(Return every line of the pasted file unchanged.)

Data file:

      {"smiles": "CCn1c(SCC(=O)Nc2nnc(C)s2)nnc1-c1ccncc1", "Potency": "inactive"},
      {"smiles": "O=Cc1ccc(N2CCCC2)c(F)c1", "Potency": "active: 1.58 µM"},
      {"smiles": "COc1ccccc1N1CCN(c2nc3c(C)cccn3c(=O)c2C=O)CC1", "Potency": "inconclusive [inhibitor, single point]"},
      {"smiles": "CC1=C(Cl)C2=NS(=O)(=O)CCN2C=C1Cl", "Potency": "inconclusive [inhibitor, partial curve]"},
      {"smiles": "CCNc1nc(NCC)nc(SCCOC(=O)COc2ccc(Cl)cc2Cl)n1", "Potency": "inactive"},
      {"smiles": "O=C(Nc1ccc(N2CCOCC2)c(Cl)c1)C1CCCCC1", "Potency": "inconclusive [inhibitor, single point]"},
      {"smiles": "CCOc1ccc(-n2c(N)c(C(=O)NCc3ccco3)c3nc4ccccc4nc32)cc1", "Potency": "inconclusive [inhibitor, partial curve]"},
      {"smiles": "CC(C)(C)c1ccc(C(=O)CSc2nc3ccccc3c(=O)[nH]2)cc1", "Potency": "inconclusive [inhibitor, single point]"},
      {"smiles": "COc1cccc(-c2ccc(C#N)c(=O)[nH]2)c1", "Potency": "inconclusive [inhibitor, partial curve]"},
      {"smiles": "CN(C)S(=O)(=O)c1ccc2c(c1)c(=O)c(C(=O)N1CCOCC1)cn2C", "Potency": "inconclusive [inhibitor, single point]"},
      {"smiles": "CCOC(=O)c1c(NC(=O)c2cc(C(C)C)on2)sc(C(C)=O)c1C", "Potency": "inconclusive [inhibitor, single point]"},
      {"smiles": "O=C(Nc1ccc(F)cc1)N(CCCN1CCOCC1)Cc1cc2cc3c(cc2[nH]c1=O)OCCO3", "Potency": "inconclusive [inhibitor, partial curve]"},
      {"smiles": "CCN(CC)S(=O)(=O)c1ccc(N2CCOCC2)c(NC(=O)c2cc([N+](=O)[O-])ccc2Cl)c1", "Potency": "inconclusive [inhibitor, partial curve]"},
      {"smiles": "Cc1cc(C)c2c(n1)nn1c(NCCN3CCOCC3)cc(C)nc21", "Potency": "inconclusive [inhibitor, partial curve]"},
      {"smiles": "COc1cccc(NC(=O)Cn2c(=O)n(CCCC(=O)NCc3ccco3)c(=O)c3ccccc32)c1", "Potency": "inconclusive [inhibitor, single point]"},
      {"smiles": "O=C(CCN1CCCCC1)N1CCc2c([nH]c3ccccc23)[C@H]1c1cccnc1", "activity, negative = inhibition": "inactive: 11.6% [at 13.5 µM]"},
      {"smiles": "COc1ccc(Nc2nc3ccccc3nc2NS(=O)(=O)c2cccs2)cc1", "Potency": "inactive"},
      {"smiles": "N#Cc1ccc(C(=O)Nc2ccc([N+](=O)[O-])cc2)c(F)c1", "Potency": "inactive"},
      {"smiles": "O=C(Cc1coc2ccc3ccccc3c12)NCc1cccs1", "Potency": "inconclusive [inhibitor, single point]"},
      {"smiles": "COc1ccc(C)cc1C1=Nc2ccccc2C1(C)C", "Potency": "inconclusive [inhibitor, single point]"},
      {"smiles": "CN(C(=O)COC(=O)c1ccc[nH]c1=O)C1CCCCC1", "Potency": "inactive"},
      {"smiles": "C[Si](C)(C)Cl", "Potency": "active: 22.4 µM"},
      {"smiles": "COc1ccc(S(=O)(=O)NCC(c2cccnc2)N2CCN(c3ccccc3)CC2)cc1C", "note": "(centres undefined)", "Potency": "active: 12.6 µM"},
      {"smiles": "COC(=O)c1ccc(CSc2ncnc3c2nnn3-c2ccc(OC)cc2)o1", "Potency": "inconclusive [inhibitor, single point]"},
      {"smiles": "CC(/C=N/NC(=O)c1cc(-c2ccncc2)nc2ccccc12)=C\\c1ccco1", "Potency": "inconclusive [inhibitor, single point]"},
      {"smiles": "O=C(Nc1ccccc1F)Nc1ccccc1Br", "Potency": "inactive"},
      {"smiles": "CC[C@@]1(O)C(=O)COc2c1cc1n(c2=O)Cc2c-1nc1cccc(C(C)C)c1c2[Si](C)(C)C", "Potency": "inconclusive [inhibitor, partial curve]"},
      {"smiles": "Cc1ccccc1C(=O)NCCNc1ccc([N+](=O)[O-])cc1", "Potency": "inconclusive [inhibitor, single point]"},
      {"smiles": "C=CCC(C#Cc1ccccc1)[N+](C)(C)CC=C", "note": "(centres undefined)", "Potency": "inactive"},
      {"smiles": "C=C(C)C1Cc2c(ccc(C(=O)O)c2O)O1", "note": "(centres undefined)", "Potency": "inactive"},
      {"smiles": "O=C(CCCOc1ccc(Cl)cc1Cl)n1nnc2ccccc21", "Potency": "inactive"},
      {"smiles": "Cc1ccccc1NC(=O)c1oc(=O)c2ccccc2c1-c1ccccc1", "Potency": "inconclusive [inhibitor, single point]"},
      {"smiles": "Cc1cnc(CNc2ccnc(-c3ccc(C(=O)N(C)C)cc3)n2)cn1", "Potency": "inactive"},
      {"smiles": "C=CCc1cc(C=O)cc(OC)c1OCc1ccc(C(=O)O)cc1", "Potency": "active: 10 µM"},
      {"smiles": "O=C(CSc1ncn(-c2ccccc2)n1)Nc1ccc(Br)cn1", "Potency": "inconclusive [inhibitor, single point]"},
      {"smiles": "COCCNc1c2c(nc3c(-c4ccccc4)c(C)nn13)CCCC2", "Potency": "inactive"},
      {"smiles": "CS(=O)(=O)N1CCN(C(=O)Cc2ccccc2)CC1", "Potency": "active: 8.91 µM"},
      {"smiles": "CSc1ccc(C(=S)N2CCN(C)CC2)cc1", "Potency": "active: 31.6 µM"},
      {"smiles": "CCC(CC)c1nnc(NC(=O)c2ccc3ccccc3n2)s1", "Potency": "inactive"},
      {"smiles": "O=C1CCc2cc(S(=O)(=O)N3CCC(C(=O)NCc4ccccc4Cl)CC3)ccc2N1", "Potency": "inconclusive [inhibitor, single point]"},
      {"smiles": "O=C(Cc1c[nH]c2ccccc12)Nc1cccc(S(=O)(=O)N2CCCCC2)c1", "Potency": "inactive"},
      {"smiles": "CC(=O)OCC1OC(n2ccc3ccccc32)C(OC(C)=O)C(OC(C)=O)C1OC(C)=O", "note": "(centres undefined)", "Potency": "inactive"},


      {"smiles": "CCn1c(SCC(=O)Nc2nnc(C)s2)nnc1-c1ccncc1", "Potency": "inactive"},
      {"smiles": "O=Cc1ccc(N2CCCC2)c(F)c1", "Potency": "active: 1.58 µM"},
      {"smiles": "COc1ccccc1N1CCN(c2nc3c(C)cccn3c(=O)c2C=O)CC1", "Potency": "inconclusive [inhibitor, single point]"},
      {"smiles": "CC1=C(Cl)C2=NS(=O)(=O)CCN2C=C1Cl", "Potency": "inconclusive [inhibitor, partial curve]"},
      {"smiles": "CCNc1nc(NCC)nc(SCCOC(=O)COc2ccc(Cl)cc2Cl)n1", "Potency": "inactive"},
      {"smiles": "O=C(Nc1ccc(N2CCOCC2)c(Cl)c1)C1CCCCC1", "Potency": "inconclusive [inhibitor, single point]"},
      {"smiles": "CCOc1ccc(-n2c(N)c(C(=O)NCc3ccco3)c3nc4ccccc4nc32)cc1", "Potency": "inconclusive [inhibitor, partial curve]"},
      {"smiles": "CC(C)(C)c1ccc(C(=O)CSc2nc3ccccc3c(=O)[nH]2)cc1", "Potency": "inconclusive [inhibitor, single point]"},
      {"smiles": "COc1cccc(-c2ccc(C#N)c(=O)[nH]2)c1", "Potency": "inconclusive [inhibitor, partial curve]"},
      {"smiles": "CN(C)S(=O)(=O)c1ccc2c(c1)c(=O)c(C(=O)N1CCOCC1)cn2C", "Potency": "inconclusive [inhibitor, single point]"},
      {"smiles": "CCOC(=O)c1c(NC(=O)c2cc(C(C)C)on2)sc(C(C)=O)c1C", "Potency": "inconclusive [inhibitor, single point]"},
      {"smiles": "O=C(Nc1ccc(F)cc1)N(CCCN1CCOCC1)Cc1cc2cc3c(cc2[nH]c1=O)OCCO3", "Potency": "inconclusive [inhibitor, partial curve]"},
      {"smiles": "CCN(CC)S(=O)(=O)c1ccc(N2CCOCC2)c(NC(=O)c2cc([N+](=O)[O-])ccc2Cl)c1", "Potency": "inconclusive [inhibitor, partial curve]"},
      {"smiles": "Cc1cc(C)c2c(n1)nn1c(NCCN3CCOCC3)cc(C)nc21", "Potency": "inconclusive [inhibitor, partial curve]"},
      {"smiles": "COc1cccc(NC(=O)Cn2c(=O)n(CCCC(=O)NCc3ccco3)c(=O)c3ccccc32)c1", "Potency": "inconclusive [inhibitor, single point]"},
      {"smiles": "O=C(CCN1CCCCC1)N1CCc2c([nH]c3ccccc23)[C@H]1c1cccnc1", "activity, negative = inhibition": "inactive: 11.6% [at 13.5 µM]"},
      {"smiles": "COc1ccc(Nc2nc3ccccc3nc2NS(=O)(=O)c2cccs2)cc1", "Potency": "inactive"},
      {"smiles": "N#Cc1ccc(C(=O)Nc2ccc([N+](=O)[O-])cc2)c(F)c1", "Potency": "inactive"},
      {"smiles": "O=C(Cc1coc2ccc3ccccc3c12)NCc1cccs1", "Potency": "inconclusive [inhibitor, single point]"},
      {"smiles": "COc1ccc(C)cc1C1=Nc2ccccc2C1(C)C", "Potency": "inconclusive [inhibitor, single point]"},
      {"smiles": "CN(C(=O)COC(=O)c1ccc[nH]c1=O)C1CCCCC1", "Potency": "inactive"},
      {"smiles": "C[Si](C)(C)Cl", "Potency": "active: 22.4 µM"},
      {"smiles": "COc1ccc(S(=O)(=O)NCC(c2cccnc2)N2CCN(c3ccccc3)CC2)cc1C", "note": "(centres undefined)", "Potency": "active: 12.6 µM"},
      {"smiles": "COC(=O)c1ccc(CSc2ncnc3c2nnn3-c2ccc(OC)cc2)o1", "Potency": "inconclusive [inhibitor, single point]"},
      {"smiles": "CC(/C=N/NC(=O)c1cc(-c2ccncc2)nc2ccccc12)=C\\c1ccco1", "Potency": "inconclusive [inhibitor, single point]"},
      {"smiles": "O=C(Nc1ccccc1F)Nc1ccccc1Br", "Potency": "inactive"},
      {"smiles": "CC[C@@]1(O)C(=O)COc2c1cc1n(c2=O)Cc2c-1nc1cccc(C(C)C)c1c2[Si](C)(C)C", "Potency": "inconclusive [inhibitor, partial curve]"},
      {"smiles": "Cc1ccccc1C(=O)NCCNc1ccc([N+](=O)[O-])cc1", "Potency": "inconclusive [inhibitor, single point]"},
      {"smiles": "C=CCC(C#Cc1ccccc1)[N+](C)(C)CC=C", "note": "(centres undefined)", "Potency": "inactive"},
      {"smiles": "C=C(C)C1Cc2c(ccc(C(=O)O)c2O)O1", "note": "(centres undefined)", "Potency": "inactive"},
      {"smiles": "O=C(CCCOc1ccc(Cl)cc1Cl)n1nnc2ccccc21", "Potency": "inactive"},
      {"smiles": "Cc1ccccc1NC(=O)c1oc(=O)c2ccccc2c1-c1ccccc1", "Potency": "inconclusive [inhibitor, single point]"},
      {"smiles": "Cc1cnc(CNc2ccnc(-c3ccc(C(=O)N(C)C)cc3)n2)cn1", "Potency": "inactive"},
      {"smiles": "C=CCc1cc(C=O)cc(OC)c1OCc1ccc(C(=O)O)cc1", "Potency": "active: 10 µM"},
      {"smiles": "O=C(CSc1ncn(-c2ccccc2)n1)Nc1ccc(Br)cn1", "Potency": "inconclusive [inhibitor, single point]"},
      {"smiles": "COCCNc1c2c(nc3c(-c4ccccc4)c(C)nn13)CCCC2", "Potency": "inactive"},
      {"smiles": "CS(=O)(=O)N1CCN(C(=O)Cc2ccccc2)CC1", "Potency": "active: 8.91 µM"},
      {"smiles": "CSc1ccc(C(=S)N2CCN(C)CC2)cc1", "Potency": "active: 31.6 µM"},
      {"smiles": "CCC(CC)c1nnc(NC(=O)c2ccc3ccccc3n2)s1", "Potency": "inactive"},
      {"smiles": "O=C1CCc2cc(S(=O)(=O)N3CCC(C(=O)NCc4ccccc4Cl)CC3)ccc2N1", "Potency": "inconclusive [inhibitor, single point]"},
      {"smiles": "O=C(Cc1c[nH]c2ccccc12)Nc1cccc(S(=O)(=O)N2CCCCC2)c1", "Potency": "inactive"},
      {"smiles": "CC(=O)OCC1OC(n2ccc3ccccc32)C(OC(C)=O)C(OC(C)=O)C1OC(C)=O", "note": "(centres undefined)", "Potency": "inactive"},